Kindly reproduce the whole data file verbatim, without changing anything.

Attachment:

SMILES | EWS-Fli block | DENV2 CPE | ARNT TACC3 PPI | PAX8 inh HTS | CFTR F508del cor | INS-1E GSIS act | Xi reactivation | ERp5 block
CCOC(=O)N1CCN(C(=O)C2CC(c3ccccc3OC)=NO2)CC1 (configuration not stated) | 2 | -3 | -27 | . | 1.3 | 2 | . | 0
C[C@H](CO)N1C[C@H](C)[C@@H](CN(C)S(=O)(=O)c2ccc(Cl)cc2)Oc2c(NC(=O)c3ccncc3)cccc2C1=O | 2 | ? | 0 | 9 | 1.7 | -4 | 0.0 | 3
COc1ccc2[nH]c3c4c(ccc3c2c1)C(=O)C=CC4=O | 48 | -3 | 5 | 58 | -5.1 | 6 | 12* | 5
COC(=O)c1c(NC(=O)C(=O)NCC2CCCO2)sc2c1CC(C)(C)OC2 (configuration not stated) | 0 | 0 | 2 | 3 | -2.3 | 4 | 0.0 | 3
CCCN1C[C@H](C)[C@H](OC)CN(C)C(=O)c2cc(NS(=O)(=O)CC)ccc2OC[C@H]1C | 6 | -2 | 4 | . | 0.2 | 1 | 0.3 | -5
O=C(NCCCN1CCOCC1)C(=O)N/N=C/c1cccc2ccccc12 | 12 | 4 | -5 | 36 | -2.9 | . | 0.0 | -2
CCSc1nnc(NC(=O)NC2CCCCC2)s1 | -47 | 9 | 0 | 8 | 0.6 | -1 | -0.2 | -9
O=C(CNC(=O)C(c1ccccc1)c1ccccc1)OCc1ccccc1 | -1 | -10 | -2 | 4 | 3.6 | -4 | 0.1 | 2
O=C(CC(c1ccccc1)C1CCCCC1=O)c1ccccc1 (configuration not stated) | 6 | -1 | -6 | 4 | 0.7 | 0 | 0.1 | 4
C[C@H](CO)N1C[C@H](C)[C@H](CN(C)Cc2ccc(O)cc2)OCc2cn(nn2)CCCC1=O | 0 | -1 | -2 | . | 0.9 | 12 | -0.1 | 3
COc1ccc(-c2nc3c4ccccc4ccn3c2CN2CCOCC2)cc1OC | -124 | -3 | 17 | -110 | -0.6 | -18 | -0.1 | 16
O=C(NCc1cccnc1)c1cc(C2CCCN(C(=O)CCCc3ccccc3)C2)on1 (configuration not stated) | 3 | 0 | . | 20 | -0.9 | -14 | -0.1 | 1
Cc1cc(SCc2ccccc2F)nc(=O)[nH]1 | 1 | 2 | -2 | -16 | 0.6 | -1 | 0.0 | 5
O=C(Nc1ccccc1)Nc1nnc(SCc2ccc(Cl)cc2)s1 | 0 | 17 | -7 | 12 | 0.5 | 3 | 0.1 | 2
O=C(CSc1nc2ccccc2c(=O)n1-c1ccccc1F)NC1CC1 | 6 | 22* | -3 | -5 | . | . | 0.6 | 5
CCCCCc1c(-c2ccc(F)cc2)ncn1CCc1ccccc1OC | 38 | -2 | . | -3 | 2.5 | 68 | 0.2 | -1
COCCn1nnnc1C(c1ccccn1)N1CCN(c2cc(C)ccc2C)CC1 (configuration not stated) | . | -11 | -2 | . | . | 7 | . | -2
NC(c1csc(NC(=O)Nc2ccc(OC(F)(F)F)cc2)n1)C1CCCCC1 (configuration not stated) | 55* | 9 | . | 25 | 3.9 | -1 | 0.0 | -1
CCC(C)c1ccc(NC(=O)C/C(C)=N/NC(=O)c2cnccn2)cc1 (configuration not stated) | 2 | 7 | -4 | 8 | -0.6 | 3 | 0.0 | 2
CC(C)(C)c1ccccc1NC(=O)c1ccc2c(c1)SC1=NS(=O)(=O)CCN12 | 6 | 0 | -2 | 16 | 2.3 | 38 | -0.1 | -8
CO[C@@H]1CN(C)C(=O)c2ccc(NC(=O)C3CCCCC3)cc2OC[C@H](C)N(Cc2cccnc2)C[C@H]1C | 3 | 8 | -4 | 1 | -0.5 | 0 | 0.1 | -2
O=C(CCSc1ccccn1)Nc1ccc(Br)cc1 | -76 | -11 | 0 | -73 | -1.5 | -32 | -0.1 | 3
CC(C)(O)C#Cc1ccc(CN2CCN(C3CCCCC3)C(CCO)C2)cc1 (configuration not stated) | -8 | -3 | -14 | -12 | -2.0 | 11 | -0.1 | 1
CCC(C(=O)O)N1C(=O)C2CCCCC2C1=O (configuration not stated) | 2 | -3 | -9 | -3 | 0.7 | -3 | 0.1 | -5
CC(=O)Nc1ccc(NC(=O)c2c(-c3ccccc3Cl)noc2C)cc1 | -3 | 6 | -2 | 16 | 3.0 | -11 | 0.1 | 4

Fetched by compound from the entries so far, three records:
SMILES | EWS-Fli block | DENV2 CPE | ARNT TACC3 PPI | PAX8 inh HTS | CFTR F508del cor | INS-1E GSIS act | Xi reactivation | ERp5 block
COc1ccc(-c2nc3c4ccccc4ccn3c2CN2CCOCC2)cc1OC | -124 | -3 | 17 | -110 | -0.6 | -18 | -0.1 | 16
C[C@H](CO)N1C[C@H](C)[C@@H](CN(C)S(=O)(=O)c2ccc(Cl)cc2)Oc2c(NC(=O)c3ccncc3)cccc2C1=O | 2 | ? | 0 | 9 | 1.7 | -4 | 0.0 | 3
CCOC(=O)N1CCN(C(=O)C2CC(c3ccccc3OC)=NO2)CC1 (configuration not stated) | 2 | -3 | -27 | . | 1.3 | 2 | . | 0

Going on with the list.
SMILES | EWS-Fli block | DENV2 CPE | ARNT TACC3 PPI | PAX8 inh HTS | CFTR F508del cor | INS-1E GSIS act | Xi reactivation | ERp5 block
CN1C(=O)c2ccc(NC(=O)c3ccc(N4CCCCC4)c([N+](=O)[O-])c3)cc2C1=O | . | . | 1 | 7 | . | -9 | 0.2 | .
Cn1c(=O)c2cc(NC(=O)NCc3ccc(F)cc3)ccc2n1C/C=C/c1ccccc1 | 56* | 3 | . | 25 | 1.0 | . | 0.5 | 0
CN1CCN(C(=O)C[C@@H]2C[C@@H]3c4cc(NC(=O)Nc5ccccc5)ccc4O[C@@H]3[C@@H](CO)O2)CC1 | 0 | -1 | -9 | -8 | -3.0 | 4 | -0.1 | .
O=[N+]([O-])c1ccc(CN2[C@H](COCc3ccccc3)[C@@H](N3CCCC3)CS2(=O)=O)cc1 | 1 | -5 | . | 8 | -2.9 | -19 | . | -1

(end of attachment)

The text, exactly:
SMILES | EWS-Fli block | DENV2 CPE | ARNT TACC3 PPI | PAX8 inh HTS | CFTR F508del cor | INS-1E GSIS act | Xi reactivation | ERp5 block
CCOC(=O)N1CCN(C(=O)C2CC(c3ccccc3OC)=NO2)CC1 (configuration not stated) | 2 | -3 | -27 | . | 1.3 | 2 | . | 0
C[C@H](CO)N1C[C@H](C)[C@@H](CN(C)S(=O)(=O)c2ccc(Cl)cc2)Oc2c(NC(=O)c3ccncc3)cccc2C1=O | 2 | ? | 0 | 9 | 1.7 | -4 | 0.0 | 3
COc1ccc2[nH]c3c4c(ccc3c2c1)C(=O)C=CC4=O | 48 | -3 | 5 | 58 | -5.1 | 6 | 12* | 5
COC(=O)c1c(NC(=O)C(=O)NCC2CCCO2)sc2c1CC(C)(C)OC2 (configuration not stated) | 0 | 0 | 2 | 3 | -2.3 | 4 | 0.0 | 3
CCCN1C[C@H](C)[C@H](OC)CN(C)C(=O)c2cc(NS(=O)(=O)CC)ccc2OC[C@H]1C | 6 | -2 | 4 | . | 0.2 | 1 | 0.3 | -5
O=C(NCCCN1CCOCC1)C(=O)N/N=C/c1cccc2ccccc12 | 12 | 4 | -5 | 36 | -2.9 | . | 0.0 | -2
CCSc1nnc(NC(=O)NC2CCCCC2)s1 | -47 | 9 | 0 | 8 | 0.6 | -1 | -0.2 | -9
O=C(CNC(=O)C(c1ccccc1)c1ccccc1)OCc1ccccc1 | -1 | -10 | -2 | 4 | 3.6 | -4 | 0.1 | 2
O=C(CC(c1ccccc1)C1CCCCC1=O)c1ccccc1 (configuration not stated) | 6 | -1 | -6 | 4 | 0.7 | 0 | 0.1 | 4
C[C@H](CO)N1C[C@H](C)[C@H](CN(C)Cc2ccc(O)cc2)OCc2cn(nn2)CCCC1=O | 0 | -1 | -2 | . | 0.9 | 12 | -0.1 | 3
COc1ccc(-c2nc3c4ccccc4ccn3c2CN2CCOCC2)cc1OC | -124 | -3 | 17 | -110 | -0.6 | -18 | -0.1 | 16
O=C(NCc1cccnc1)c1cc(C2CCCN(C(=O)CCCc3ccccc3)C2)on1 (configuration not stated) | 3 | 0 | . | 20 | -0.9 | -14 | -0.1 | 1
Cc1cc(SCc2ccccc2F)nc(=O)[nH]1 | 1 | 2 | -2 | -16 | 0.6 | -1 | 0.0 | 5
O=C(Nc1ccccc1)Nc1nnc(SCc2ccc(Cl)cc2)s1 | 0 | 17 | -7 | 12 | 0.5 | 3 | 0.1 | 2
O=C(CSc1nc2ccccc2c(=O)n1-c1ccccc1F)NC1CC1 | 6 | 22* | -3 | -5 | . | . | 0.6 | 5
CCCCCc1c(-c2ccc(F)cc2)ncn1CCc1ccccc1OC | 38 | -2 | . | -3 | 2.5 | 68 | 0.2 | -1
COCCn1nnnc1C(c1ccccn1)N1CCN(c2cc(C)ccc2C)CC1 (configuration not stated) | . | -11 | -2 | . | . | 7 | . | -2
NC(c1csc(NC(=O)Nc2ccc(OC(F)(F)F)cc2)n1)C1CCCCC1 (configuration not stated) | 55* | 9 | . | 25 | 3.9 | -1 | 0.0 | -1
CCC(C)c1ccc(NC(=O)C/C(C)=N/NC(=O)c2cnccn2)cc1 (configuration not stated) | 2 | 7 | -4 | 8 | -0.6 | 3 | 0.0 | 2
CC(C)(C)c1ccccc1NC(=O)c1ccc2c(c1)SC1=NS(=O)(=O)CCN12 | 6 | 0 | -2 | 16 | 2.3 | 38 | -0.1 | -8
CO[C@@H]1CN(C)C(=O)c2ccc(NC(=O)C3CCCCC3)cc2OC[C@H](C)N(Cc2cccnc2)C[C@H]1C | 3 | 8 | -4 | 1 | -0.5 | 0 | 0.1 | -2
O=C(CCSc1ccccn1)Nc1ccc(Br)cc1 | -76 | -11 | 0 | -73 | -1.5 | -32 | -0.1 | 3
CC(C)(O)C#Cc1ccc(CN2CCN(C3CCCCC3)C(CCO)C2)cc1 (configuration not stated) | -8 | -3 | -14 | -12 | -2.0 | 11 | -0.1 | 1
CCC(C(=O)O)N1C(=O)C2CCCCC2C1=O (configuration not stated) | 2 | -3 | -9 | -3 | 0.7 | -3 | 0.1 | -5
CC(=O)Nc1ccc(NC(=O)c2c(-c3ccccc3Cl)noc2C)cc1 | -3 | 6 | -2 | 16 | 3.0 | -11 | 0.1 | 4

Fetched by compound from the entries so far, three records:
SMILES | EWS-Fli block | DENV2 CPE | ARNT TACC3 PPI | PAX8 inh HTS | CFTR F508del cor | INS-1E GSIS act | Xi reactivation | ERp5 block
COc1ccc(-c2nc3c4ccccc4ccn3c2CN2CCOCC2)cc1OC | -124 | -3 | 17 | -110 | -0.6 | -18 | -0.1 | 16
C[C@H](CO)N1C[C@H](C)[C@@H](CN(C)S(=O)(=O)c2ccc(Cl)cc2)Oc2c(NC(=O)c3ccncc3)cccc2C1=O | 2 | ? | 0 | 9 | 1.7 | -4 | 0.0 | 3
CCOC(=O)N1CCN(C(=O)C2CC(c3ccccc3OC)=NO2)CC1 (configuration not stated) | 2 | -3 | -27 | . | 1.3 | 2 | . | 0

Going on with the list.
SMILES | EWS-Fli block | DENV2 CPE | ARNT TACC3 PPI | PAX8 inh HTS | CFTR F508del cor | INS-1E GSIS act | Xi reactivation | ERp5 block
CN1C(=O)c2ccc(NC(=O)c3ccc(N4CCCCC4)c([N+](=O)[O-])c3)cc2C1=O | . | . | 1 | 7 | . | -9 | 0.2 | .
Cn1c(=O)c2cc(NC(=O)NCc3ccc(F)cc3)ccc2n1C/C=C/c1ccccc1 | 56* | 3 | . | 25 | 1.0 | . | 0.5 | 0
CN1CCN(C(=O)C[C@@H]2C[C@@H]3c4cc(NC(=O)Nc5ccccc5)ccc4O[C@@H]3[C@@H](CO)O2)CC1 | 0 | -1 | -9 | -8 | -3.0 | 4 | -0.1 | .
O=[N+]([O-])c1ccc(CN2[C@H](COCc3ccccc3)[C@@H](N3CCCC3)CS2(=O)=O)cc1 | 1 | -5 | . | 8 | -2.9 | -19 | . | -1